BlackBerry has decided to cut 4,500 jobs, or 40% of its worldwide workforce, in an attempt to staunch huge losses.
The smartphone maker said it anticipated a loss of as much as $995 million when it reports its second-quarter earnings next week.
BlackBerry shares closed down 17% after briefly being halted following the announcement.
In August, the Canadian company said it was evaluating a possible sale.
In a statement on Friday, BlackBerry’s chief executive Thorstein Heins said: “We are implementing the difficult, but necessary operational changes announced today to address our position in a maturing and more competitive industry, and to drive the company toward profitability.”
“Going forward, we plan to refocus our offering on our end-to-end solution of hardware, software and services for enterprises and the productive, professional end user.”
BlackBerry said the losses were primarily attributable to disappointing sales of its new Z10 model smartphone.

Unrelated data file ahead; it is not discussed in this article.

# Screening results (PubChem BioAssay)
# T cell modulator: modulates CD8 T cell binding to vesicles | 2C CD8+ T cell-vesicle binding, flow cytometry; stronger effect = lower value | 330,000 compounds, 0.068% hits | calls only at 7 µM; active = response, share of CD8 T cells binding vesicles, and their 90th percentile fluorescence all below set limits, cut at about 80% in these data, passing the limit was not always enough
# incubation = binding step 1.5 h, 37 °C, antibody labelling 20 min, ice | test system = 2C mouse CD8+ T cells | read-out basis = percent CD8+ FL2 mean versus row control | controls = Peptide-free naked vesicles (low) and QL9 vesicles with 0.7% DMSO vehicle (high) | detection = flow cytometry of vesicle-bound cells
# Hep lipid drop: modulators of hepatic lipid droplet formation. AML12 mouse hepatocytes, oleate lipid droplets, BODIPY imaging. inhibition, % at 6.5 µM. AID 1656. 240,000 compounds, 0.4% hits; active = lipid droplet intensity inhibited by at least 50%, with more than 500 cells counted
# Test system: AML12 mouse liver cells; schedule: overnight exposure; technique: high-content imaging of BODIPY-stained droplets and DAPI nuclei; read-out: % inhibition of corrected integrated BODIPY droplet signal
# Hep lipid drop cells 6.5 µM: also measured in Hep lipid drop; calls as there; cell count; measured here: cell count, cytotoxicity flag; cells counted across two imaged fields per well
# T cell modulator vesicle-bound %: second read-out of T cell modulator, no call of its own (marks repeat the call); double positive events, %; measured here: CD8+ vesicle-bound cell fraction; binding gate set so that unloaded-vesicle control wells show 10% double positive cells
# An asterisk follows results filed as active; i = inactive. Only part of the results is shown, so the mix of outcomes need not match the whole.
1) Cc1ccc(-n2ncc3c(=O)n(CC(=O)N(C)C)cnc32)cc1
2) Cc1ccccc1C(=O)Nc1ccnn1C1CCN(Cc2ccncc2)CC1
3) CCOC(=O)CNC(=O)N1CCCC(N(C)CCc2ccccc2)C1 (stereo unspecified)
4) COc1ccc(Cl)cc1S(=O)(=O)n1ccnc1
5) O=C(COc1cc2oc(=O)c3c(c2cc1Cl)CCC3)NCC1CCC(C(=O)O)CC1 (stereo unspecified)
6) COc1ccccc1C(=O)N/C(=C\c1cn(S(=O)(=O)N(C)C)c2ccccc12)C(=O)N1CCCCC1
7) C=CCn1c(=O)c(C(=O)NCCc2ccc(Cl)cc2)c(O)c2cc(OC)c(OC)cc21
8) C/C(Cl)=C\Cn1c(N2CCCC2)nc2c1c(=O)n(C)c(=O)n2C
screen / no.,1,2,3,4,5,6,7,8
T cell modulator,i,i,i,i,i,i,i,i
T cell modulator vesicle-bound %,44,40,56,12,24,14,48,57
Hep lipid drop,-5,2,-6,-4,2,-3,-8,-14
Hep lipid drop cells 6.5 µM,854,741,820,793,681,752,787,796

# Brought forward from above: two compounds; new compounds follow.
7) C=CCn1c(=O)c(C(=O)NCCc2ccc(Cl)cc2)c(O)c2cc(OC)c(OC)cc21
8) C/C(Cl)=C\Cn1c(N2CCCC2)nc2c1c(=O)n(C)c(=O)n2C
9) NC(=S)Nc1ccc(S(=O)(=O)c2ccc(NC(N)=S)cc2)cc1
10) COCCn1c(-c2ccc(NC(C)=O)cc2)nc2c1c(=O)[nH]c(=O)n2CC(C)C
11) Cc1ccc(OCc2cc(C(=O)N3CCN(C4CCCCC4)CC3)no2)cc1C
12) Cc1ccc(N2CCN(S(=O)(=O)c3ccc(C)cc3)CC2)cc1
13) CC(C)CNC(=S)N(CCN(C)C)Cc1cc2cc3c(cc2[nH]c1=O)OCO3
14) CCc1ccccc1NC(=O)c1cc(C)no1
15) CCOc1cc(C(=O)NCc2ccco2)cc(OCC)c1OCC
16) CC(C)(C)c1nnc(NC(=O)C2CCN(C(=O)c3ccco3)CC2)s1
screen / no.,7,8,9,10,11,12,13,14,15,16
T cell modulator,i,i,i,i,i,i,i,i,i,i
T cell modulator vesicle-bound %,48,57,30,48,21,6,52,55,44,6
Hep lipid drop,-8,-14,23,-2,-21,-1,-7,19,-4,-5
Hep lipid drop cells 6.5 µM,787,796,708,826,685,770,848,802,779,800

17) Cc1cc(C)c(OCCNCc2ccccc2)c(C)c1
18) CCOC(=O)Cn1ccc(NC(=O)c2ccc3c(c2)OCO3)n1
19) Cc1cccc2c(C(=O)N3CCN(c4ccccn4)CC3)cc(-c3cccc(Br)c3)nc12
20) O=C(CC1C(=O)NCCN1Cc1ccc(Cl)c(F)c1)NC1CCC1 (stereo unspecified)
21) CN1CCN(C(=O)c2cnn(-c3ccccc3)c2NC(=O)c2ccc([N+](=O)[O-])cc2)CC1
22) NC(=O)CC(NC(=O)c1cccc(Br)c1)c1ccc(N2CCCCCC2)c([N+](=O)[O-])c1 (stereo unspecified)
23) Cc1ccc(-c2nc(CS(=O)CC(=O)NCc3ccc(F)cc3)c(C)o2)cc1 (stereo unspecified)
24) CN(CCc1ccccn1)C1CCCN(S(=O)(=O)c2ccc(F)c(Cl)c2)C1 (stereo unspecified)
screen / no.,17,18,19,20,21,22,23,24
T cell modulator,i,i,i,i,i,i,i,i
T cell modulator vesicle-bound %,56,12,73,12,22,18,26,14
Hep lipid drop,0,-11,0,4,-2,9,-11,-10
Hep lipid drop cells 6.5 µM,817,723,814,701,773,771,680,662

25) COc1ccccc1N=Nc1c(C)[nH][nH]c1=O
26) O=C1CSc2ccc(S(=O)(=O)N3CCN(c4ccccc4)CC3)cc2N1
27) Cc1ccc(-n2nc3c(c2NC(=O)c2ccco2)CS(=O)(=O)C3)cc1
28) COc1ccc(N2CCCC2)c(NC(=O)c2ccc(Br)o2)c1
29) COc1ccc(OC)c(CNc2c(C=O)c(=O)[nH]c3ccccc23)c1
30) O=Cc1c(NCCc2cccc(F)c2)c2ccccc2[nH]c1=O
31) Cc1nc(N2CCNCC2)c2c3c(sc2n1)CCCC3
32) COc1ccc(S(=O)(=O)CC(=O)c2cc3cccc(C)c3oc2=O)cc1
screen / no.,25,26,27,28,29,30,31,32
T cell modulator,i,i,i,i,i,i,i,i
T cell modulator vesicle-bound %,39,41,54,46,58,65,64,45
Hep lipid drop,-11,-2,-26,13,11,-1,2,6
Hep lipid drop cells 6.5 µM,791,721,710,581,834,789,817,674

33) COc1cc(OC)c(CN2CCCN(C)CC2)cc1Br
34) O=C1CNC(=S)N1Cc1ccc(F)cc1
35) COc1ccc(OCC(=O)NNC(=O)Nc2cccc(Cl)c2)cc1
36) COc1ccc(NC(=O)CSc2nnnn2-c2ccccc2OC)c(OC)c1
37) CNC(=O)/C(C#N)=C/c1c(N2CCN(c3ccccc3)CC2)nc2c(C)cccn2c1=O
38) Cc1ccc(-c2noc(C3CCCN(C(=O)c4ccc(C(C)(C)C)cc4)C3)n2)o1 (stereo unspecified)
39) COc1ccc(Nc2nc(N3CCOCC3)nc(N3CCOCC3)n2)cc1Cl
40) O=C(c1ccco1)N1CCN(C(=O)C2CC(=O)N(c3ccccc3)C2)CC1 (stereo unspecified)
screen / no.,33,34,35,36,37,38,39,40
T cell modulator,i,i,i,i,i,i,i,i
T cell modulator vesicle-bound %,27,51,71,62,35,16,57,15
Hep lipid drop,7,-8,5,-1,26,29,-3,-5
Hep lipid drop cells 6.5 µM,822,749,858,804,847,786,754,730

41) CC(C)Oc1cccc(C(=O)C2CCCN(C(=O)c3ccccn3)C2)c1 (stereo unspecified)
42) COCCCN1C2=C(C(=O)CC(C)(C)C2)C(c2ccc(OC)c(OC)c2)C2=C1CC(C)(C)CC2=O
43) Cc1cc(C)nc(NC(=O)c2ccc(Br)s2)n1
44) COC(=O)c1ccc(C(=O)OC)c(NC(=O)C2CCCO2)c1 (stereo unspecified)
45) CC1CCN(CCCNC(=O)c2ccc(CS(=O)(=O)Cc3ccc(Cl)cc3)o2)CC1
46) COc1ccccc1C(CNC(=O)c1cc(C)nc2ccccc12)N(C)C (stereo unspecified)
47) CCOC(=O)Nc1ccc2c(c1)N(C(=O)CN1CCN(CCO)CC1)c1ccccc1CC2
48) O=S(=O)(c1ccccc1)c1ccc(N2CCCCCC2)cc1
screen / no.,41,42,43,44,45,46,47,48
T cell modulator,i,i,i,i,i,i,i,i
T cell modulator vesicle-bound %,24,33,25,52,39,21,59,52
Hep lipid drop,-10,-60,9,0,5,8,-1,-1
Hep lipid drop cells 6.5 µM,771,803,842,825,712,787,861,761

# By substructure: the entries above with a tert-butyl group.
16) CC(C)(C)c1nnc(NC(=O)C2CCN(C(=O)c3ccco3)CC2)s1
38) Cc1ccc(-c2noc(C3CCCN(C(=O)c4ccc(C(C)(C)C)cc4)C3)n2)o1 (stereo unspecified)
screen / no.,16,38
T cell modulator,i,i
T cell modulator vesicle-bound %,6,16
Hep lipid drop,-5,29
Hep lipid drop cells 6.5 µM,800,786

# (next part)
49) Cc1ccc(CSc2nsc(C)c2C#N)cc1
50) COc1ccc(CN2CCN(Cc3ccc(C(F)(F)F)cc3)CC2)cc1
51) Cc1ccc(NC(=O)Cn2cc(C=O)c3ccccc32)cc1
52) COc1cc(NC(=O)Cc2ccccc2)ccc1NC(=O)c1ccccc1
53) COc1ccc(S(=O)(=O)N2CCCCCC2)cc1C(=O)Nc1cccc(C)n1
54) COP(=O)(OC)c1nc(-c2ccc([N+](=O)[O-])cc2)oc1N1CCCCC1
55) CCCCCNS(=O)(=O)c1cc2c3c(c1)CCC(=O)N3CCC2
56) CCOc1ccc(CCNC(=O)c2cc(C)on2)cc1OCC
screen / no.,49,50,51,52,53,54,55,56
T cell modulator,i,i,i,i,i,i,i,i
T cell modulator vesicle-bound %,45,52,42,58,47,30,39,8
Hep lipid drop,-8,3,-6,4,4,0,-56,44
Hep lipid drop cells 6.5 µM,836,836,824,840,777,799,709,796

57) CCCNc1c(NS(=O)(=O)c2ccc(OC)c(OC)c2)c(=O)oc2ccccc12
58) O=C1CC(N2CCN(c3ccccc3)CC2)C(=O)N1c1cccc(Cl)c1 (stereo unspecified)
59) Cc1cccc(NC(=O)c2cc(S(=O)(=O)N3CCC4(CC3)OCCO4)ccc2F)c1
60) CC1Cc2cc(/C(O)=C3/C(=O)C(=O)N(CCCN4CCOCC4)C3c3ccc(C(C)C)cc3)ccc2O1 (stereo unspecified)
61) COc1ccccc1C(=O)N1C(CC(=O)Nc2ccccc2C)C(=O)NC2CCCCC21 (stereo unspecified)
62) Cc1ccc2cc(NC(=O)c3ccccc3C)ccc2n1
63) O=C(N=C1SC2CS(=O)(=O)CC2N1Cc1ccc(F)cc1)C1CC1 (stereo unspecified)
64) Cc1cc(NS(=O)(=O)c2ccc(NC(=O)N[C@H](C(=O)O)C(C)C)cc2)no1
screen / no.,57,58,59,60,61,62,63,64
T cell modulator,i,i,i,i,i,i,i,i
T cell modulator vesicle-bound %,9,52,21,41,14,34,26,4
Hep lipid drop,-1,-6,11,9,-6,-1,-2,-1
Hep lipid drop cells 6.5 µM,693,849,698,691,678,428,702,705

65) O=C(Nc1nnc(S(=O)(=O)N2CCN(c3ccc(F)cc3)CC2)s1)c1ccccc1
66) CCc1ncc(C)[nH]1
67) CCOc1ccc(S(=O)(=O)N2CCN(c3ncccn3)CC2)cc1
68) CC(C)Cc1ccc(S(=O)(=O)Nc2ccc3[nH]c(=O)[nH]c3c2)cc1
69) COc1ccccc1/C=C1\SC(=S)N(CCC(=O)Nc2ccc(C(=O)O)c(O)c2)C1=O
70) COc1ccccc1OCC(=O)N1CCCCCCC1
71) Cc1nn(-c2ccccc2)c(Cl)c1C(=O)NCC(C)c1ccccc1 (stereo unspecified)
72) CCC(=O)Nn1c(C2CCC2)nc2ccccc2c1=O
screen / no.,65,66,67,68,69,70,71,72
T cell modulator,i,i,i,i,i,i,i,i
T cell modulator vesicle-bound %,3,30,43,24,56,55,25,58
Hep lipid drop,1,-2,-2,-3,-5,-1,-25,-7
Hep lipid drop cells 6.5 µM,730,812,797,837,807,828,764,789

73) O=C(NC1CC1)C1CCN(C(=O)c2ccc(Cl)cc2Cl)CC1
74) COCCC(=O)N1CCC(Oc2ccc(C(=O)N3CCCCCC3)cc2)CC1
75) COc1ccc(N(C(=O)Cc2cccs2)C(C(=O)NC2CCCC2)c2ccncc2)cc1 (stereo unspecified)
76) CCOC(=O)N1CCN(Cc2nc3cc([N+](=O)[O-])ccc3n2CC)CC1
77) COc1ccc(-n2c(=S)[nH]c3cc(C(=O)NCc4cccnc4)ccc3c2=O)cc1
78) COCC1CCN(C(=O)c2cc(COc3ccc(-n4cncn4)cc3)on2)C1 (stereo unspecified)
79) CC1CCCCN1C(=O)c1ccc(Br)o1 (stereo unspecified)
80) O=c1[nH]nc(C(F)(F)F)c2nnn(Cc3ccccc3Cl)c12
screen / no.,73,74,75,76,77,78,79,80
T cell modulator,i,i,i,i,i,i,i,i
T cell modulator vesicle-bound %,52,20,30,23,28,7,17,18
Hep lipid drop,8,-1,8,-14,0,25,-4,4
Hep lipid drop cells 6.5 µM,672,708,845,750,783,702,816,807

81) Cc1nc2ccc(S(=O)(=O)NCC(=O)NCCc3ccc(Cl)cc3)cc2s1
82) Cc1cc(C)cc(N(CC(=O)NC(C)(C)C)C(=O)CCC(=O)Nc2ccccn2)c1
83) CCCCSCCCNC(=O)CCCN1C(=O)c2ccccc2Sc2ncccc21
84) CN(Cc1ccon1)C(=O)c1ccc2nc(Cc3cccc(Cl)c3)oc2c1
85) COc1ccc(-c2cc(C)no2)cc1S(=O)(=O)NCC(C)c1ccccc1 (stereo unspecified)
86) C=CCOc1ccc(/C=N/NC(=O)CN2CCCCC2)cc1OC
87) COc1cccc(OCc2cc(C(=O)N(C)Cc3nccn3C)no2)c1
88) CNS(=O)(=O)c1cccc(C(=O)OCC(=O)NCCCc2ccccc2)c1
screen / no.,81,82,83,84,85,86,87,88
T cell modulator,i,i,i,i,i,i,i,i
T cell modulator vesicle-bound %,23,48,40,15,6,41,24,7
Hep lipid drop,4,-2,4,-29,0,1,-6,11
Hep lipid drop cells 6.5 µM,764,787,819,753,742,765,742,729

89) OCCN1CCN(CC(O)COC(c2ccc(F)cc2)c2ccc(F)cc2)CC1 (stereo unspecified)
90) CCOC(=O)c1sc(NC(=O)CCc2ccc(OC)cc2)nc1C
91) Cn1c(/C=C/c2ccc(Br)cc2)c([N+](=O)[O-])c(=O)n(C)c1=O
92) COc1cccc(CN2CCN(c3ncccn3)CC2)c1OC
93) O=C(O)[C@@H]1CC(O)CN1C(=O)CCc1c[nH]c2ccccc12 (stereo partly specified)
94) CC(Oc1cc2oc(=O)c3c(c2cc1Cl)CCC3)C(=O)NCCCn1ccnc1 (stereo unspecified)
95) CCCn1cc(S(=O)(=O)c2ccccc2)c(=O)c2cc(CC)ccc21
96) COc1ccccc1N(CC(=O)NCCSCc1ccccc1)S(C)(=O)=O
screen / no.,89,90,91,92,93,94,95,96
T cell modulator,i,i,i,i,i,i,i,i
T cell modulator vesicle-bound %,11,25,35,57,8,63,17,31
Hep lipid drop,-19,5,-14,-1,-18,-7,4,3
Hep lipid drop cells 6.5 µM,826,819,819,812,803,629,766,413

Released in January to much fanfare after many delays, the phone has failed to enthuse consumers.
In June, Thorstein Heins said that the company had shipped only 2.7 million Z10 phones out of 6.8 million total. Many BlackBerry users had instead opted to stick with earlier models.
Over the summer, word trickled out the company had hired a series of advisors to help it explore options.
In August, board member Timothy Dattels was appointed to a committee that would consider different business models, including a potential sale.
“We believe that now is the right time to explore strategic alternatives,” said Timothy Dattels at the time.
Analysts have long indicated that BlackBerry’s trove of patents could be attractive to potential buyers, but none of the large technology companies have publicly indicated interest.
This week, BlackBerry released a new version of its handset, the Z30, which was praised by observers but was nonetheless overshadowed by Apple’s launch of its new smartphone products.